Those of ordinary skill in the art will appreciate the speed with which tool 2 may be used to cut or ream multiple bores in a given time frame. The following merely illustrative example, portions of which are shown in
When tool 2 has been advanced into bore 74 to the desired length (e.g., such that cutting blades 20 have passed completely through bore 74 or to its desired end), fluid 72 pressure in tool 2 may then be reduced, as shown in
Accordingly, the rotation of tool 2 may be kept substantially constant as tool 2 cuts or reams a plurality of bores. In other words, the rotation of tool 2 need not be stopped or re-started between bores. Furthermore, tool 2 may be used to cut or ream a bore in a single, one-dimensional linear movement along the axis of the bore. Thus, while tool 2 is disposed within the bore, the axis of tool 2 may remain aligned with the axis of the bore during the advancement and retraction of tool 2 through the bore.
Other suitable methods for using tool 2 will be apparent to those of ordinary skill in the art.
It will be apparent to those of ordinary skill in the art that while several embodiments of the invention have been disclosed in detail, numerous other modifications and improvements may be made thereon.
For example, those of ordinary skill in the art will recognize that it is not necessary to use a pair of opposing cutting blades 20 at distal end 6. As an alternative, any other number of cutting blades 20 may be used. In an alternate embodiment, distal end 6 has a single cutting blade 20 with an opposing support pad similar to the type described in U.S. Pat. No. 6,270,295. In another alternate embodiment, distal end 6 has a single cutting blade 20 with no opposing support pad. In yet another alternate embodiment, distal end 6 has three or more cutting blades 20. In one embodiment, where distal end 6 has more than one cutting blade 20, cutting blades 20 will be spaced apart equidistantly about circumference of tool 2. In addition, tool 2 may have more than two extremities 26, each having a respective cutting blade 20. Still other suitable cutting blade 20 configurations will be apparent to those of ordinary skill in the art.
Those of ordinary skill in the art will also appreciate that tool 2 need not have any cutting blades 20 at all. In an alternate embodiment, tool 2 has rollers electroplated with or otherwise coated in diamond grit or Cubic Boron Nitride grit positioned proximate to where cutting blades 20 would be. By way of example only, tool 2 may be fitted with rollers similar to those described in U.S. Provisional Application Ser. No. 60/549,583, entitled “Method and Apparatus for Patterning of Bore Surfaces,” filed on Mar. 3, 2004, the disclosure of which is incorporated by reference herein. In this embodiment, grit may be approximately 0.006″ in size. Of course, any other size of grit or other protuberance may be used. Grit may be used to impinge a pressure on the surface of a bore wall at approximately 10,000 pounds per square inch. Of course, any other amount of pressure may be used.
In addition, or in the alternative, tool 2 may be configured similar to the tool disclosed in U.S. Non-Provisional application Ser. No. 10/654,328, entitled “Tool With Selectively Biased Member and Method for Forming A Non-Axis Symmetric Feature,” filed on Sep. 3, 2003, the disclosure of which is incorporated by reference herein.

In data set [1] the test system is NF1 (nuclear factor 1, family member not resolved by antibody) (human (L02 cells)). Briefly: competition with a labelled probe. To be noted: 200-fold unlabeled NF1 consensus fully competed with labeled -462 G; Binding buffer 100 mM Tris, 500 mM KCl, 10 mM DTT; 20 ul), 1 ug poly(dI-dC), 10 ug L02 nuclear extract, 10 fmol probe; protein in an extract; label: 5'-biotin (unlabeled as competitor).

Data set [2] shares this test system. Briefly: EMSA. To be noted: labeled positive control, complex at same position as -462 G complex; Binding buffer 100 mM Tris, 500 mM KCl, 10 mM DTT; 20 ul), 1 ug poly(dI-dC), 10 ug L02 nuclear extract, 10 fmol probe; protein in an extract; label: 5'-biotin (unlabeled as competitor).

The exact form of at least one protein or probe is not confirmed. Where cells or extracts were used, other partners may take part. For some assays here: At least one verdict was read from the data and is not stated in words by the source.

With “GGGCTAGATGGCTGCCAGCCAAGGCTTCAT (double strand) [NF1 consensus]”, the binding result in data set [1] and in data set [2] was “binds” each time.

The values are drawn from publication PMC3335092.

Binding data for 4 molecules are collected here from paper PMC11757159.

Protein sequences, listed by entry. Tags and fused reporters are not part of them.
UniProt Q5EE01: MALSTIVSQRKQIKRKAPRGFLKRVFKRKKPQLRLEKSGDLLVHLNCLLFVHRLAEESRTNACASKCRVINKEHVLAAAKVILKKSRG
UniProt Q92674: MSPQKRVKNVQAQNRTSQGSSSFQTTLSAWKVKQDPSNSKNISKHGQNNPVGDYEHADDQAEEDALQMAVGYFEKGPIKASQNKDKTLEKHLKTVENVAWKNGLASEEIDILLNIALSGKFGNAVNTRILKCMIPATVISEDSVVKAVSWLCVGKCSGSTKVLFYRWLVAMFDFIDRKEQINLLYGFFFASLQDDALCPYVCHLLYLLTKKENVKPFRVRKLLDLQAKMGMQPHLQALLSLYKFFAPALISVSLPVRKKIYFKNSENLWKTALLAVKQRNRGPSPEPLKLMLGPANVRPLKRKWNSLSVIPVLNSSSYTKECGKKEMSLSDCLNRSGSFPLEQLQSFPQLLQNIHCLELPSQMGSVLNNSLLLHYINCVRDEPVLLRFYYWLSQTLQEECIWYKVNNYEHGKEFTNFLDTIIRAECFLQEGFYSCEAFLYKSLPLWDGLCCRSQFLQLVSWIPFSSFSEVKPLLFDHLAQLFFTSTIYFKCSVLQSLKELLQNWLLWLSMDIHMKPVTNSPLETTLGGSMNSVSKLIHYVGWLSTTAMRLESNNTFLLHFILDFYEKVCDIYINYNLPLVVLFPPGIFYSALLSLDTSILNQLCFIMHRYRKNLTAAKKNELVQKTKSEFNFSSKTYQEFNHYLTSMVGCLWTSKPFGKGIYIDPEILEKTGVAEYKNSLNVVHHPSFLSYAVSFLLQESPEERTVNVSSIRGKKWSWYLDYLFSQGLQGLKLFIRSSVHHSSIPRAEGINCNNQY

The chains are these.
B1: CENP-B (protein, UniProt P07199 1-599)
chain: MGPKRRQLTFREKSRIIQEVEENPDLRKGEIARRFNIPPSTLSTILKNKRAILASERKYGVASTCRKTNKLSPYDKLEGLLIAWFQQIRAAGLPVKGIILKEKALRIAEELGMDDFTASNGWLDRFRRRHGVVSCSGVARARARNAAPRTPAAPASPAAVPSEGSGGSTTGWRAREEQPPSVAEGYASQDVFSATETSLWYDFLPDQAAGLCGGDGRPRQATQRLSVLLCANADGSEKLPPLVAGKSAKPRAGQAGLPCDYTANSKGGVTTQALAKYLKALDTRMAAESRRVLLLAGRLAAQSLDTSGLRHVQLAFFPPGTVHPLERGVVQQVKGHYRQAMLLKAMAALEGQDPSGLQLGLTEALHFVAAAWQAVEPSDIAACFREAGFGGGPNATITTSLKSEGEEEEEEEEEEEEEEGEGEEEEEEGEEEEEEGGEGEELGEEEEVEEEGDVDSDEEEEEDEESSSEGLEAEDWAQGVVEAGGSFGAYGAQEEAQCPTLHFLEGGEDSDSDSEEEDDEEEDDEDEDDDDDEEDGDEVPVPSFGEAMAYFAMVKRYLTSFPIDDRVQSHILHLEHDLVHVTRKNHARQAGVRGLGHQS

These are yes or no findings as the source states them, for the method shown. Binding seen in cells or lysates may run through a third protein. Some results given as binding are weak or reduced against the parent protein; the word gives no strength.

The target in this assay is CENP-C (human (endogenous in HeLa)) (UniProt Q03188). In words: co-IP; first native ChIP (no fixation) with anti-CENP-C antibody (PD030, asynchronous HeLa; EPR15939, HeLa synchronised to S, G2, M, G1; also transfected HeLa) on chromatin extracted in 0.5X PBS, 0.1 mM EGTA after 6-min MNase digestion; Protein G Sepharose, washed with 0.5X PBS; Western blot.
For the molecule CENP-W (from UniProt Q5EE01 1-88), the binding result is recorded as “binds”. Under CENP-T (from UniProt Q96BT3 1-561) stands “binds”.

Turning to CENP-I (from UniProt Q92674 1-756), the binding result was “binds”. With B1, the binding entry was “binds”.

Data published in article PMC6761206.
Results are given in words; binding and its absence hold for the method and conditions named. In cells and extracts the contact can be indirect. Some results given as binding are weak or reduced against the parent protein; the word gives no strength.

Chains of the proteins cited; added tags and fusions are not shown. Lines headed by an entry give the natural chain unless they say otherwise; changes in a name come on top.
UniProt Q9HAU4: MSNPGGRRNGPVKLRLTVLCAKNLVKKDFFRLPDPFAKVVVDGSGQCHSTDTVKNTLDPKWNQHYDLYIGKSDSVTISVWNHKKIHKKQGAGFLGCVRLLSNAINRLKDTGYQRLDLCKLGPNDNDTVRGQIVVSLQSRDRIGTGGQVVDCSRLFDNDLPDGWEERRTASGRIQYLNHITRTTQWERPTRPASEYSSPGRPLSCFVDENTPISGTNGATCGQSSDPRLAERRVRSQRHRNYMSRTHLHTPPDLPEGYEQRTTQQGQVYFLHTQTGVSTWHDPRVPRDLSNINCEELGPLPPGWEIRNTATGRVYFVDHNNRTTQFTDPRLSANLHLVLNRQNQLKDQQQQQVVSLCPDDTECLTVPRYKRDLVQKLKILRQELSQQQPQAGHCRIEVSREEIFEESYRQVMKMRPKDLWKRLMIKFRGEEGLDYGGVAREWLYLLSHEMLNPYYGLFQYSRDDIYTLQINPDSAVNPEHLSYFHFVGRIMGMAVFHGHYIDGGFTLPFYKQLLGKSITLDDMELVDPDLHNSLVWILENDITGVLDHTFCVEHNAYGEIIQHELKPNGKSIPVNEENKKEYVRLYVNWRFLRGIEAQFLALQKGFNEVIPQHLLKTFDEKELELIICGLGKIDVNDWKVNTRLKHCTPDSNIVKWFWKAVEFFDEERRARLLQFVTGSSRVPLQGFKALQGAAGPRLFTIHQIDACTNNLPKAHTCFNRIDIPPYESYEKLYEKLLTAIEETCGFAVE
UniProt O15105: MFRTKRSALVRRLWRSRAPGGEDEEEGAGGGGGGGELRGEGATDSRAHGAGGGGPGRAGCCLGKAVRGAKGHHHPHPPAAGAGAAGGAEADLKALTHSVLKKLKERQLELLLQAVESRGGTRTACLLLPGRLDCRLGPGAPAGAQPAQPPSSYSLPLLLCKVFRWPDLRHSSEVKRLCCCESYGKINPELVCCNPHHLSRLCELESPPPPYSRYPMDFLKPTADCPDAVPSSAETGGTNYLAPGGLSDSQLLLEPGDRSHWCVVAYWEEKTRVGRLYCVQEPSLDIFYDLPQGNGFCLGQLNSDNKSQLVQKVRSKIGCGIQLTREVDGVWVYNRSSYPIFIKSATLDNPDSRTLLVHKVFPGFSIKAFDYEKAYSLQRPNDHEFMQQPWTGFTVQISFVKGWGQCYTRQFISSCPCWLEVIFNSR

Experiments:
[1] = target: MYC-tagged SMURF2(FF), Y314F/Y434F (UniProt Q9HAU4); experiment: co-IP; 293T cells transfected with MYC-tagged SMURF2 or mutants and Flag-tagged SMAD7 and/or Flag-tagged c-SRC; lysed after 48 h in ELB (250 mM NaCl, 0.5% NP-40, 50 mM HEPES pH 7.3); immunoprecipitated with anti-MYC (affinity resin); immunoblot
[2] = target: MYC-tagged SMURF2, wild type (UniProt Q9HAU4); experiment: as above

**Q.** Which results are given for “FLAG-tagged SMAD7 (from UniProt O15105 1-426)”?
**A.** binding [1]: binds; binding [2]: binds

As an alternative to tool 2 having plate 40A with recesses 50 opening outwardly, tool 2 may have a pair of symmetrical plates with recesses opening inwardly, such that the recesses face each other when the plates are positioned together in slot 30. In this or similar alternate embodiments, outward forces may be exerted upon extremities 26 by the plates, as the plates will be urged outwardly by the pressurized fluid.
It will also be appreciated that, while slot 30 and plate 40A have been shown in the present example as being generally rectangular, slot and plate may be of any other shape. By way of example only, slot and plate may be generally square, cylindrical, or any other substantially uniform cross-sectional shape, such as circular, elliptical, ovular, or triangular. Alternatively, slot and plate may be conical, frusto-conical, pyramid-shaped, or any other suitable shape. In one embodiment, slot 30 is generally of the same shape as plate 40A-D.
While tool 2 has been discussed as being particularly suitable for cutting bores having a relatively high length-to-diameter ratio, it will be appreciated that tool 2 is also suitable for use with bores having a relatively small length-to-diameter ratio, or any other types of bores. In addition, while tool 2 has been discussed as being suitable for cutting or reaming bores, it will be appreciated that tool 2 is also suitable for a variety of other types of machining and other operations.
In summary, numerous benefits have been described which result from employing the concepts of the invention. The foregoing description of one or more embodiments of the invention has been presented for purposes of illustration and description. It is not intended to be exhaustive or to limit the invention to the precise form disclosed. Obvious modifications or variations are possible in light of the above teachings. The one or more embodiments were chosen and described in order to best illustrate the principles of the invention and its practical application to thereby enable one of ordinary skill in the art to best utilize the invention in various embodiments and with various modifications as are suited to the particular use contemplated. It is intended that the scope of the invention be defined by the claims appended hereto.
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|U.S. Classification||408/156, 82/1.5, 408/59, 408/714, 408/180|
|Cooperative Classification||Y10T82/128, Y10T408/455, Y10T408/85843, Y10T408/85, Y10T408/8595, Y10S408/714, B23D77/006, B23D77/04, B23B2260/068, B23B29/03432, B23B51/06|
|European Classification||B23B29/034N, B23B51/06, B23D77/00C, B23D77/04|
|Jul 29, 2011||FPAY||Fee payment|
Year of fee payment: 4
|Jul 29, 2015||FPAY||Fee payment|
Year of fee payment: 8